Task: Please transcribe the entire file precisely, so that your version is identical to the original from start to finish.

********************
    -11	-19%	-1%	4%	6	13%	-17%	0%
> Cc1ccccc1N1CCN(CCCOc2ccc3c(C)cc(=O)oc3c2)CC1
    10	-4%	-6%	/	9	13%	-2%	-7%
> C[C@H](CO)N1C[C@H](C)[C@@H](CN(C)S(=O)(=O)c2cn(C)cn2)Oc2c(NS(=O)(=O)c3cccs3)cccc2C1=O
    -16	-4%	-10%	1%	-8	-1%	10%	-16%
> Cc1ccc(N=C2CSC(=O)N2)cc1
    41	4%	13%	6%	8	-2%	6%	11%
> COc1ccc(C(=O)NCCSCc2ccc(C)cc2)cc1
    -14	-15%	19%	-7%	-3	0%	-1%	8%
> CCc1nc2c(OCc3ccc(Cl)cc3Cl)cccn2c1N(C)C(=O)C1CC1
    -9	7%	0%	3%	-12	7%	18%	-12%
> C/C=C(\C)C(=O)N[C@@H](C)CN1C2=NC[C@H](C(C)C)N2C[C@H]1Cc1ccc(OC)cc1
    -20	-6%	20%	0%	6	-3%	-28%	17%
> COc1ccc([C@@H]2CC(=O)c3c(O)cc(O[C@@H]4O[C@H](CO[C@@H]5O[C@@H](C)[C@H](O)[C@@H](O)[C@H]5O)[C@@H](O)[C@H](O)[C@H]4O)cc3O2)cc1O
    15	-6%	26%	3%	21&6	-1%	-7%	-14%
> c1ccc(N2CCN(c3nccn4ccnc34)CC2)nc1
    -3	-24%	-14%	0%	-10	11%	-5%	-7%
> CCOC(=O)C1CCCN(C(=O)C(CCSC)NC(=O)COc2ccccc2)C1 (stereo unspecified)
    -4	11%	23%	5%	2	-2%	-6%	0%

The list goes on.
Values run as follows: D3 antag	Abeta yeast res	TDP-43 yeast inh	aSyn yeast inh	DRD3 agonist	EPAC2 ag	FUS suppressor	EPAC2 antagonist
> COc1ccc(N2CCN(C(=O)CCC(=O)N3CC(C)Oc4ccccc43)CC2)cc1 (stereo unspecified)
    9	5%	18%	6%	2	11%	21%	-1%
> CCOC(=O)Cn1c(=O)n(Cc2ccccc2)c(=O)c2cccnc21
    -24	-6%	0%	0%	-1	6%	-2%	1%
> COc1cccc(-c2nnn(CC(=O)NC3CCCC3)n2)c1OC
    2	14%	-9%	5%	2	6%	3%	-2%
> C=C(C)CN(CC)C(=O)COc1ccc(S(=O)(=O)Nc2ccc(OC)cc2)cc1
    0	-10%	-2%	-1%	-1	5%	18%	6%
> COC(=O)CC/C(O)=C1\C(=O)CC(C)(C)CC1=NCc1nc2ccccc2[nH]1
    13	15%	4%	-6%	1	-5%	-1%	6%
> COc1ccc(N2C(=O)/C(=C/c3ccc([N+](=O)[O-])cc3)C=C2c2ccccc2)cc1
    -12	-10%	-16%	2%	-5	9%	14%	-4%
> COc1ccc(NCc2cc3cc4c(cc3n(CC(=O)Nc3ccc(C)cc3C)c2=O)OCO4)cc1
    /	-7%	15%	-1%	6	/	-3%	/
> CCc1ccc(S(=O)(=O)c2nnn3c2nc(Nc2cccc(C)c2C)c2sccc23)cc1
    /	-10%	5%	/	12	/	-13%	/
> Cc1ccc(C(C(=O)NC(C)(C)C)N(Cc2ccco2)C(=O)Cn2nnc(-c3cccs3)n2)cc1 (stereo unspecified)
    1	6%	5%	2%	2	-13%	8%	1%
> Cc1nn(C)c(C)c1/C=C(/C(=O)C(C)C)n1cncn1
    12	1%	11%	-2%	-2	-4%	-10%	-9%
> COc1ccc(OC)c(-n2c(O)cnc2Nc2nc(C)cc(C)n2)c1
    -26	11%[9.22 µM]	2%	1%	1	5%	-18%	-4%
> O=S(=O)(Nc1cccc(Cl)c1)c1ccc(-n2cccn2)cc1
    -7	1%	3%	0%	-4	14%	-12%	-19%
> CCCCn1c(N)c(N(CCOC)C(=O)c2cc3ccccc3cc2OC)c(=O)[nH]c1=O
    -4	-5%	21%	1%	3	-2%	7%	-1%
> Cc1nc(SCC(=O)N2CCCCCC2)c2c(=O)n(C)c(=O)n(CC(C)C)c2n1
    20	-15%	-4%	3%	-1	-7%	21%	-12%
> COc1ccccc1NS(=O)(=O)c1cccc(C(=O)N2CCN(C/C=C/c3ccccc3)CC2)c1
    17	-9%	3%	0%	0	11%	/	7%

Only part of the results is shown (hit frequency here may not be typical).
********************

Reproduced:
    -11	-19%	-1%	4%	6	13%	-17%	0%
> Cc1ccccc1N1CCN(CCCOc2ccc3c(C)cc(=O)oc3c2)CC1
    10	-4%	-6%	/	9	13%	-2%	-7%
> C[C@H](CO)N1C[C@H](C)[C@@H](CN(C)S(=O)(=O)c2cn(C)cn2)Oc2c(NS(=O)(=O)c3cccs3)cccc2C1=O
    -16	-4%	-10%	1%	-8	-1%	10%	-16%
> Cc1ccc(N=C2CSC(=O)N2)cc1
    41	4%	13%	6%	8	-2%	6%	11%
> COc1ccc(C(=O)NCCSCc2ccc(C)cc2)cc1
    -14	-15%	19%	-7%	-3	0%	-1%	8%
> CCc1nc2c(OCc3ccc(Cl)cc3Cl)cccn2c1N(C)C(=O)C1CC1
    -9	7%	0%	3%	-12	7%	18%	-12%
> C/C=C(\C)C(=O)N[C@@H](C)CN1C2=NC[C@H](C(C)C)N2C[C@H]1Cc1ccc(OC)cc1
    -20	-6%	20%	0%	6	-3%	-28%	17%
> COc1ccc([C@@H]2CC(=O)c3c(O)cc(O[C@@H]4O[C@H](CO[C@@H]5O[C@@H](C)[C@H](O)[C@@H](O)[C@H]5O)[C@@H](O)[C@H](O)[C@H]4O)cc3O2)cc1O
    15	-6%	26%	3%	21&6	-1%	-7%	-14%
> c1ccc(N2CCN(c3nccn4ccnc34)CC2)nc1
    -3	-24%	-14%	0%	-10	11%	-5%	-7%
> CCOC(=O)C1CCCN(C(=O)C(CCSC)NC(=O)COc2ccccc2)C1 (stereo unspecified)
    -4	11%	23%	5%	2	-2%	-6%	0%

The list goes on.
Values run as follows: D3 antag	Abeta yeast res	TDP-43 yeast inh	aSyn yeast inh	DRD3 agonist	EPAC2 ag	FUS suppressor	EPAC2 antagonist
> COc1ccc(N2CCN(C(=O)CCC(=O)N3CC(C)Oc4ccccc43)CC2)cc1 (stereo unspecified)
    9	5%	18%	6%	2	11%	21%	-1%
> CCOC(=O)Cn1c(=O)n(Cc2ccccc2)c(=O)c2cccnc21
    -24	-6%	0%	0%	-1	6%	-2%	1%
> COc1cccc(-c2nnn(CC(=O)NC3CCCC3)n2)c1OC
    2	14%	-9%	5%	2	6%	3%	-2%
> C=C(C)CN(CC)C(=O)COc1ccc(S(=O)(=O)Nc2ccc(OC)cc2)cc1
    0	-10%	-2%	-1%	-1	5%	18%	6%
> COC(=O)CC/C(O)=C1\C(=O)CC(C)(C)CC1=NCc1nc2ccccc2[nH]1
    13	15%	4%	-6%	1	-5%	-1%	6%
> COc1ccc(N2C(=O)/C(=C/c3ccc([N+](=O)[O-])cc3)C=C2c2ccccc2)cc1
    -12	-10%	-16%	2%	-5	9%	14%	-4%
> COc1ccc(NCc2cc3cc4c(cc3n(CC(=O)Nc3ccc(C)cc3C)c2=O)OCO4)cc1
    /	-7%	15%	-1%	6	/	-3%	/
> CCc1ccc(S(=O)(=O)c2nnn3c2nc(Nc2cccc(C)c2C)c2sccc23)cc1
    /	-10%	5%	/	12	/	-13%	/
> Cc1ccc(C(C(=O)NC(C)(C)C)N(Cc2ccco2)C(=O)Cn2nnc(-c3cccs3)n2)cc1 (stereo unspecified)
    1	6%	5%	2%	2	-13%	8%	1%
> Cc1nn(C)c(C)c1/C=C(/C(=O)C(C)C)n1cncn1
    12	1%	11%	-2%	-2	-4%	-10%	-9%
> COc1ccc(OC)c(-n2c(O)cnc2Nc2nc(C)cc(C)n2)c1
    -26	11%[9.22 µM]	2%	1%	1	5%	-18%	-4%
> O=S(=O)(Nc1cccc(Cl)c1)c1ccc(-n2cccn2)cc1
    -7	1%	3%	0%	-4	14%	-12%	-19%
> CCCCn1c(N)c(N(CCOC)C(=O)c2cc3ccccc3cc2OC)c(=O)[nH]c1=O
    -4	-5%	21%	1%	3	-2%	7%	-1%
> Cc1nc(SCC(=O)N2CCCCCC2)c2c(=O)n(C)c(=O)n(CC(C)C)c2n1
    20	-15%	-4%	3%	-1	-7%	21%	-12%
> COc1ccccc1NS(=O)(=O)c1cccc(C(=O)N2CCN(C/C=C/c3ccccc3)CC2)c1
    17	-9%	3%	0%	0	11%	/	7%

Only part of the results is shown (hit frequency here may not be typical).